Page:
Interestingly, Case  1 initially had a normal APTT on the coagulation screen. It was only after a repeat coagulation screen revealed a prolonged APTT did he get diagnosed with mild haemophilia B. This Factor IX deficiency was masked as FVIII is an acute phase reactant and its elevated levels compensated for the in vitro APTT [6].

Case three demonstrates the importance of making the diagnosis. When Mr. M was readmitted and treated with appropriate factor replacement, he had no operative or postoperative complications. Early diagnosis and prompt treatment of a patient with haemophilia may prevent a haematoma progressing into compartment syndrome. This may prevent unnecessary surgery and the associated complications.

Depending on the severity of the haemophilia, there are various treatment options. Severe haemophiliacs with factor levels <1% are maintained on prophylactic factor replacement. Mild haemophiliacs > 5% usually do not require regular treatment and depending on the bleed/injury they can be treated with on-demand factor replacement, DDAVP, or tranexamic acid. A comprehensive care haemophilia centre regularly reviews patients with haemophilia. These centres specialise in providing a network of support for the patients as well as medical professionals with the aim of preventing and dealing with potential bleeding risks. The three cases described above made a full physical recovery after an appropriate course of physiotherapy organised through the haemophilia centre. Having access to a physiotherapist who specialises in haemophilia is essential for optimal and safe management of joint and muscle bleeds. A physiotherapist will be able to provide information on how to improve joint mobility and muscle health and give bleed preventative advice and treatment after an acute bleeding episode. After a joint or muscle bleed, the affected area should be rested and physiotherapy treatment should begin after bleeding has been fully controlled. Regular physiotherapy assessment can play a part in reducing the effects of bleeding into joints, which may lead to permanent damage and the need for surgery [7].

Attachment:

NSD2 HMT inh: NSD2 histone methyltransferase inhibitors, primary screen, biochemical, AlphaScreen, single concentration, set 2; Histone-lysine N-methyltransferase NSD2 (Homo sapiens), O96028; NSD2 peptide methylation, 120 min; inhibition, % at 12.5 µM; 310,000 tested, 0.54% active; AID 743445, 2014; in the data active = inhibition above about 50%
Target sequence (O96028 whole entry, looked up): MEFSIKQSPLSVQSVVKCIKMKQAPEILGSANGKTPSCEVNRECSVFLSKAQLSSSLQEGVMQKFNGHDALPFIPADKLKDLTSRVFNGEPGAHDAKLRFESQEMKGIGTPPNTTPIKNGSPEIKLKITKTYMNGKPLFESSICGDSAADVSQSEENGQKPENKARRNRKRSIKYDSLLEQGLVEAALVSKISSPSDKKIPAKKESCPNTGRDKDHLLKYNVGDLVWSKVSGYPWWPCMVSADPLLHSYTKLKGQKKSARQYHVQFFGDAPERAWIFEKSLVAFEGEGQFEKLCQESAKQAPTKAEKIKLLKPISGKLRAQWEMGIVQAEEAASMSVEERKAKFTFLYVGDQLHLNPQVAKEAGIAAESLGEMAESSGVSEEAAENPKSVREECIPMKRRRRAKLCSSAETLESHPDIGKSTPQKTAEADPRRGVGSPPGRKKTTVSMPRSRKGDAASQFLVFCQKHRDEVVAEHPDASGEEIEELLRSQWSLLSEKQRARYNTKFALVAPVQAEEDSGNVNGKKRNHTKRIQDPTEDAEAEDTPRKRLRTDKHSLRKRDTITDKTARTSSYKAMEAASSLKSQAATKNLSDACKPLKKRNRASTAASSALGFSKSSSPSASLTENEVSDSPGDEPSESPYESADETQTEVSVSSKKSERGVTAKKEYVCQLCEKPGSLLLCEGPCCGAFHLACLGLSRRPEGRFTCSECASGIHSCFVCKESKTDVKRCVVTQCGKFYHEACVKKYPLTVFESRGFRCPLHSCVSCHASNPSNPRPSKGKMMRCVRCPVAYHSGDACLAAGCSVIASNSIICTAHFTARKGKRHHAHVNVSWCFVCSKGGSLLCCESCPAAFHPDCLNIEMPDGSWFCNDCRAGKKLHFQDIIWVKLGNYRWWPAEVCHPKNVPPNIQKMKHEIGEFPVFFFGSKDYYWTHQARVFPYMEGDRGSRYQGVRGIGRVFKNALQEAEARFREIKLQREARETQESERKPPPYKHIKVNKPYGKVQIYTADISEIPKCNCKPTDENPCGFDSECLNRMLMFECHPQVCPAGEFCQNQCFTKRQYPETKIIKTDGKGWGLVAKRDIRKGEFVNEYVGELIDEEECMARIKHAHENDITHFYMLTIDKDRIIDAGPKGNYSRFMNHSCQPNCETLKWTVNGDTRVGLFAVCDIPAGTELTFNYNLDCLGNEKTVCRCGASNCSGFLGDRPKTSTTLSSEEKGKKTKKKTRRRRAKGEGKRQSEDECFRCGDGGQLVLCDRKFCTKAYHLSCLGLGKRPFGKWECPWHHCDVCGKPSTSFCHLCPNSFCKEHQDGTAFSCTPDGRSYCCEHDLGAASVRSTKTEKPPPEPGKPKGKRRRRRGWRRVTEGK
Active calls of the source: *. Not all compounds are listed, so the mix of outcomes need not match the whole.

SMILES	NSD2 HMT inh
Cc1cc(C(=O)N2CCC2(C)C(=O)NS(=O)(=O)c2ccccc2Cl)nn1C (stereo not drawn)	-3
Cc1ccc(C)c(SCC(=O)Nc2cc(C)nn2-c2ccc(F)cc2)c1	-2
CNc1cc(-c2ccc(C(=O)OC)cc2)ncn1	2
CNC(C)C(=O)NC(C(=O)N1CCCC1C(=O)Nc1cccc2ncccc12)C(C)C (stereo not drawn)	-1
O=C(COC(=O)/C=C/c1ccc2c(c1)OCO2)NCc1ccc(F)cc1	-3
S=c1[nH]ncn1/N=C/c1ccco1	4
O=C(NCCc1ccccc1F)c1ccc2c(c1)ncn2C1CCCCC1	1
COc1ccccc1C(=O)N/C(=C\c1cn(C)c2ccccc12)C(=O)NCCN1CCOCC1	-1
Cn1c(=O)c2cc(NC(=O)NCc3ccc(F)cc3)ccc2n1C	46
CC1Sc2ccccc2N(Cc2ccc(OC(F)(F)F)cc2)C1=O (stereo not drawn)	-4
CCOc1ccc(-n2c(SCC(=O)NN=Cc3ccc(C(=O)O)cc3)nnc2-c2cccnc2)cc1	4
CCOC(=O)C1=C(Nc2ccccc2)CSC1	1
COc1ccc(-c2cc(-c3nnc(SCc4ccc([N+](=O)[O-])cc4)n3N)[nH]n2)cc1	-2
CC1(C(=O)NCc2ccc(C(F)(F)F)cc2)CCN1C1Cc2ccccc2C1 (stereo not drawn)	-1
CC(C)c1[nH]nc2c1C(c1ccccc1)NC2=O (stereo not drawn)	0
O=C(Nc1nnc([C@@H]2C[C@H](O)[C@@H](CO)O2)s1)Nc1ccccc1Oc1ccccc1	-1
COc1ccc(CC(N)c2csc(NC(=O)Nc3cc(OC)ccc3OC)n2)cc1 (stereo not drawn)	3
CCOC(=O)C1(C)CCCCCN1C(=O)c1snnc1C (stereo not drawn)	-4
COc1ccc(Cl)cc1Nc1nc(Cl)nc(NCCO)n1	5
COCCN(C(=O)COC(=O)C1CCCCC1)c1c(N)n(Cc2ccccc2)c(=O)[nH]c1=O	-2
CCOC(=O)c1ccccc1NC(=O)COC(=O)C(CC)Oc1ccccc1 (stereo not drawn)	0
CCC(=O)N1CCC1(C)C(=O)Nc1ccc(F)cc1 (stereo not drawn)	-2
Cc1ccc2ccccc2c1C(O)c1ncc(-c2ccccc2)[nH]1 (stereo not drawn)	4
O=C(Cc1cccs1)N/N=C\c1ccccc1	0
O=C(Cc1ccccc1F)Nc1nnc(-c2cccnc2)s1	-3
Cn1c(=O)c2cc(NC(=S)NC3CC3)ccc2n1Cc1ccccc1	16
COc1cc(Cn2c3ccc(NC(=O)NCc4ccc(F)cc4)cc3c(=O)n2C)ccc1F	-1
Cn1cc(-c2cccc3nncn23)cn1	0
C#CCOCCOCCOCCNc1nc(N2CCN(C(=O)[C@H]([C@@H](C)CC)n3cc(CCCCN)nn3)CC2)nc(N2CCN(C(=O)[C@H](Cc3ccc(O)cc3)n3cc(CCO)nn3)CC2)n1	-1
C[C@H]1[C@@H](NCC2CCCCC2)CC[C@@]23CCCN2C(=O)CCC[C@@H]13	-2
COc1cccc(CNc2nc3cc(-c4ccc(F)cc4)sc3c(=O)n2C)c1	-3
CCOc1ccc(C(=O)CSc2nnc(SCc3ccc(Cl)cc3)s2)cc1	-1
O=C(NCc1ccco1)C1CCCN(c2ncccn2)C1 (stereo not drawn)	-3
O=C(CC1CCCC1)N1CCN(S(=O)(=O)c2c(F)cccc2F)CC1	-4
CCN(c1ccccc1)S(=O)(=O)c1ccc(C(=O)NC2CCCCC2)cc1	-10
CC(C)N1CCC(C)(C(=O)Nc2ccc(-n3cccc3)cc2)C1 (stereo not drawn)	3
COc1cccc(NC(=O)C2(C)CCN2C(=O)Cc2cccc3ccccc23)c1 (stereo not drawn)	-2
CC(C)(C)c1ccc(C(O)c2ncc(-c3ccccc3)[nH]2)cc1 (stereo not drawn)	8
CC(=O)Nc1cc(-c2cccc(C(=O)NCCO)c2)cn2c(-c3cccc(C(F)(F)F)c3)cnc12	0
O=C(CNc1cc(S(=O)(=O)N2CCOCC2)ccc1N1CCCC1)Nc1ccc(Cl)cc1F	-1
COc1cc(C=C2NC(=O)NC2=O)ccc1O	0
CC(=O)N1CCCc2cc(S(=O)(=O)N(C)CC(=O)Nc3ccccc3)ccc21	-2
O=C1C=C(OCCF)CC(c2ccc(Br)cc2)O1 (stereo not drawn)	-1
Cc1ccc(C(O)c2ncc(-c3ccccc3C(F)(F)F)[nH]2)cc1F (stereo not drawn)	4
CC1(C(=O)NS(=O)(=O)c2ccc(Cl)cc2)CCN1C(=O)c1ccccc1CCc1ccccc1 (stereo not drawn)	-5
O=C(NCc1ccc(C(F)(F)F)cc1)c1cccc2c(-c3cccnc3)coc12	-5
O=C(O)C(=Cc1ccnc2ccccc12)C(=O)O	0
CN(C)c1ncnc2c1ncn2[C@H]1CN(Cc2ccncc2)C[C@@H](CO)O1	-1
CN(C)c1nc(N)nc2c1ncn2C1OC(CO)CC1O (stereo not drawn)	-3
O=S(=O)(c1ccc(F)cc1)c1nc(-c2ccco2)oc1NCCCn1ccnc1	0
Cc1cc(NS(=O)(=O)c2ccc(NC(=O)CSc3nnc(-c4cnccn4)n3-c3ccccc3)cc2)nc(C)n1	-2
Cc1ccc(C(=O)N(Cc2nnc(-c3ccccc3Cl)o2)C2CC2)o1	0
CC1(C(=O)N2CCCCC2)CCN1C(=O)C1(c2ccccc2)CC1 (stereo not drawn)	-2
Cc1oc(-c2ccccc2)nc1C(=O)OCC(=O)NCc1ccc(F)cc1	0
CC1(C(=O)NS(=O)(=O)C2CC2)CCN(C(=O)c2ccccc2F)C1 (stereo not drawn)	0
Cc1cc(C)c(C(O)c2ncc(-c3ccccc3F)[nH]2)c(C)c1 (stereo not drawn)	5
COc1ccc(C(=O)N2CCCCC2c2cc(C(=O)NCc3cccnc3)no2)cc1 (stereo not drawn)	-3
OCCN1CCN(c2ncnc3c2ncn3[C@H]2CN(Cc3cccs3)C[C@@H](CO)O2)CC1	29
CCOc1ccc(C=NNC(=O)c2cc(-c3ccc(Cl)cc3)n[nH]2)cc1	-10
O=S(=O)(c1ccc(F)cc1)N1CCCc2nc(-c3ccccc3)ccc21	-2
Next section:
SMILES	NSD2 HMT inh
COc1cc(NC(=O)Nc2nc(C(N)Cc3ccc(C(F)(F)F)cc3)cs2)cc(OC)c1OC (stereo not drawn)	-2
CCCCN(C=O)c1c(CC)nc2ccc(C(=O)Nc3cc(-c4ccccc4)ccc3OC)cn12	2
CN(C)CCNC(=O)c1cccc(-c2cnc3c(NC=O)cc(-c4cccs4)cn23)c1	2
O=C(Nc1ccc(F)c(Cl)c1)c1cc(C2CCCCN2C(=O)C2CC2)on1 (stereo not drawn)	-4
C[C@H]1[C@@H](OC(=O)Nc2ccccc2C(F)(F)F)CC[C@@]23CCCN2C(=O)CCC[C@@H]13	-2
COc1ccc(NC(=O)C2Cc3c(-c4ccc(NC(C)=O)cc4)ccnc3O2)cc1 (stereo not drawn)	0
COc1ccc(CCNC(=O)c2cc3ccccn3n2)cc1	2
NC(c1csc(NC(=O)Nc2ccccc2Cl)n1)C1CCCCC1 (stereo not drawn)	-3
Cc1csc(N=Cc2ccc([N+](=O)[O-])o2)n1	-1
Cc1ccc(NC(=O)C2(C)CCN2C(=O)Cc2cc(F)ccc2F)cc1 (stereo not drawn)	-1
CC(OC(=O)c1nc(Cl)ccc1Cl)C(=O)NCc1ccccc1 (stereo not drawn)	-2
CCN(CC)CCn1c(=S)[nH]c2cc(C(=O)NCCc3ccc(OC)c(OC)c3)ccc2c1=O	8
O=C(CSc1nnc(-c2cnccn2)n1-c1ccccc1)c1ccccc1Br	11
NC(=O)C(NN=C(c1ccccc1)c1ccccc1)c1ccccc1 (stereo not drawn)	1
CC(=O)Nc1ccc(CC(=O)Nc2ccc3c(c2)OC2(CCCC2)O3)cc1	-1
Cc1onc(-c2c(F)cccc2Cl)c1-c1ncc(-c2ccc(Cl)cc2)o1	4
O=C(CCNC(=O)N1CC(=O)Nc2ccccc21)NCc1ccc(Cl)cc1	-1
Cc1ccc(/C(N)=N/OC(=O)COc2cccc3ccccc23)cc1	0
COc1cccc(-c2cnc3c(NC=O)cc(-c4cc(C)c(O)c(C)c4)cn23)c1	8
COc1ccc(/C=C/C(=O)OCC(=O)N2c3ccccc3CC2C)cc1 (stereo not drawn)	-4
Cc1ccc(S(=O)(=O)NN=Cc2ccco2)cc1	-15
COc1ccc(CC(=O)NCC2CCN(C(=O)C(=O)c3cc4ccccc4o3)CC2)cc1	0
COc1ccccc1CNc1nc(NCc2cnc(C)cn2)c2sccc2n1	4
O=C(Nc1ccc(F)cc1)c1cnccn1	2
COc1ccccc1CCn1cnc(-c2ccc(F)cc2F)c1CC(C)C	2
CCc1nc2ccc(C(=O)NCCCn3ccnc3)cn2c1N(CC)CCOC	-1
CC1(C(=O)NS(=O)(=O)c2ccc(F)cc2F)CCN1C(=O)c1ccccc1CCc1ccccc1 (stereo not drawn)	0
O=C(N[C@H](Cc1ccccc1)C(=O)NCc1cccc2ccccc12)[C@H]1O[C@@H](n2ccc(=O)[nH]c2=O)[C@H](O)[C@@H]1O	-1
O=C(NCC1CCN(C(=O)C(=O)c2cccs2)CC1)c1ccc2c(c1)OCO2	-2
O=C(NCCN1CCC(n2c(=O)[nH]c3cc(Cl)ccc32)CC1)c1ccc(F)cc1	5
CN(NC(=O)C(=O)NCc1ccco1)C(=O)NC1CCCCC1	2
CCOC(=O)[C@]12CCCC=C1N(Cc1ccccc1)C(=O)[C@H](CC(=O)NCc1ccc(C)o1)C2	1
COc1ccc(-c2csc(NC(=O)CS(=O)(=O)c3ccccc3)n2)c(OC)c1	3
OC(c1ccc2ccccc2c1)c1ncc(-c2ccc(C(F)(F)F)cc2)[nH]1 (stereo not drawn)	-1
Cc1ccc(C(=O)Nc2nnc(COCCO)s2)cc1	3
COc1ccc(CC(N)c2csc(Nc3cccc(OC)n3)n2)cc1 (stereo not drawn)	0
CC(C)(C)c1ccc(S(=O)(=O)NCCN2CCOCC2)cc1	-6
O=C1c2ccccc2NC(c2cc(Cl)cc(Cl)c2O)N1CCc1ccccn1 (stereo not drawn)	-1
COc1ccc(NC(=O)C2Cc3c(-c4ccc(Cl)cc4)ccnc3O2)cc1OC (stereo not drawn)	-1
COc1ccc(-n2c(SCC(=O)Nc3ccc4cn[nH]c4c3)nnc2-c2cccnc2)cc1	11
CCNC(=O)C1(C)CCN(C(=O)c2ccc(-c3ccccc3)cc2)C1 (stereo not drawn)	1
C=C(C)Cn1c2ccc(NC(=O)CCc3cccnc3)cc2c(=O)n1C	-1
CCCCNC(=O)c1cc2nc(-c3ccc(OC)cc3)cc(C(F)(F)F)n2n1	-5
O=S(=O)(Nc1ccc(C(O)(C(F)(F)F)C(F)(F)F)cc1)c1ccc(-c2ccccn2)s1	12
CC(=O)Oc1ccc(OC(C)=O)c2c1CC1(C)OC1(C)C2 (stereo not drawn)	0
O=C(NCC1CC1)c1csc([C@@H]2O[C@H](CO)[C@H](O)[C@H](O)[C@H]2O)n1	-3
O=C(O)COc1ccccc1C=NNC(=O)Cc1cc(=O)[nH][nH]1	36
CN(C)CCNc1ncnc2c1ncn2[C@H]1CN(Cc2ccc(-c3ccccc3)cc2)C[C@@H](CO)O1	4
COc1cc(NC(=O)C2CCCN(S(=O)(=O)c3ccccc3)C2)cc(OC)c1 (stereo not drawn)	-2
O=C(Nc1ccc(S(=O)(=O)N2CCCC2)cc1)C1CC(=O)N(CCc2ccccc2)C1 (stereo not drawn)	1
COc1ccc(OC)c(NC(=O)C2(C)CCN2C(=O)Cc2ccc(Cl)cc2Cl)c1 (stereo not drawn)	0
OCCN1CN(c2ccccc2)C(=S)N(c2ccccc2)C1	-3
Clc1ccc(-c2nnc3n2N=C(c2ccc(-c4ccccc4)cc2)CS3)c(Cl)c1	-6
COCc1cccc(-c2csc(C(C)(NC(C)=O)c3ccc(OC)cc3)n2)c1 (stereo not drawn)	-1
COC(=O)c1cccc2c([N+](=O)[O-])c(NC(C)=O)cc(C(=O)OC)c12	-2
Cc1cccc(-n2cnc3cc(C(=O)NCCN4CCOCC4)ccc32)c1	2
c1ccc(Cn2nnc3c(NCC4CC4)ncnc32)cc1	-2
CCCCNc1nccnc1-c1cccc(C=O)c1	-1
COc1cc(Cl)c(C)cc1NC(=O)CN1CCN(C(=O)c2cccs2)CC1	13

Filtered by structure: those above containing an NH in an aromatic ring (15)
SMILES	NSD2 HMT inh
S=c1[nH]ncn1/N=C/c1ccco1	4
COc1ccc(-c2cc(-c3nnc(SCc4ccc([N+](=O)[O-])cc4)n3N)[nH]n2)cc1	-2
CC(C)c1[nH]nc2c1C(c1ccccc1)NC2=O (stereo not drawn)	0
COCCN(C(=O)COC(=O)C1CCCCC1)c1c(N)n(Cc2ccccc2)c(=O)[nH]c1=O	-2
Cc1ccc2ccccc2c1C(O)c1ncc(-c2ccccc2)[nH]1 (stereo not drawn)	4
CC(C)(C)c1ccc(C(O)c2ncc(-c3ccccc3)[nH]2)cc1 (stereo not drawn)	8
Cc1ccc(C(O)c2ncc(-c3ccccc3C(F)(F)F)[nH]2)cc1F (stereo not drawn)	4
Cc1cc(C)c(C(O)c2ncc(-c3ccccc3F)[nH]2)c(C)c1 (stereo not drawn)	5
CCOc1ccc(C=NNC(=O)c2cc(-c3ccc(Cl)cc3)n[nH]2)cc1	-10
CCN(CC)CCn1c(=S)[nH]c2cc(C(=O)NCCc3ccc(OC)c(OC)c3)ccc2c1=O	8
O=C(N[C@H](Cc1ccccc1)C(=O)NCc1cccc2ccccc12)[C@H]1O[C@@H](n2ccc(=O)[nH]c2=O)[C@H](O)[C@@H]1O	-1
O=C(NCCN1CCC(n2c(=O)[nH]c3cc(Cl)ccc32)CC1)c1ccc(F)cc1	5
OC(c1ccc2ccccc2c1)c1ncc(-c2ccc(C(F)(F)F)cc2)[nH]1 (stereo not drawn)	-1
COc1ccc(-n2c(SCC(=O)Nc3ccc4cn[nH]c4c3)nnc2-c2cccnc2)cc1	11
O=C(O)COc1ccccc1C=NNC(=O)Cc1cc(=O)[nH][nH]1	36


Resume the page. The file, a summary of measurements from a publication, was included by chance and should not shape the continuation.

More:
Figure 6 demonstrates a proposed strategy for Emergency Departments to maximise chances of diagnosing mild haemophilia.

Figure 6: Proposed strategy for emergency departments to maximise chances of diagnosing mild haemophilia.

To summarise, this case series highlights several important points. When anyone presents with a bleed or haematoma unusual for the injury sustained, a bleeding history including family history is the most important initial step. If suspicion is high for a bleeding disorder, a coagulation screen is warranted, bearing in mind it has limitations. It can help guide further investigations but will not exclude all bleeding disorders. An isolated prolonged APTT should alert the clinician to a possible type of underlying haemophilia and should be promptly investigated. Diagnosis of new haemophilia triggers family genetic screening identifying other at-risk family members. Early diagnosis with appropriate management can prevent further damage, reducing the need for surgical intervention and potentially reducing hospital admissions.

Competing Interests

The authors declare that they have no competing interests.

References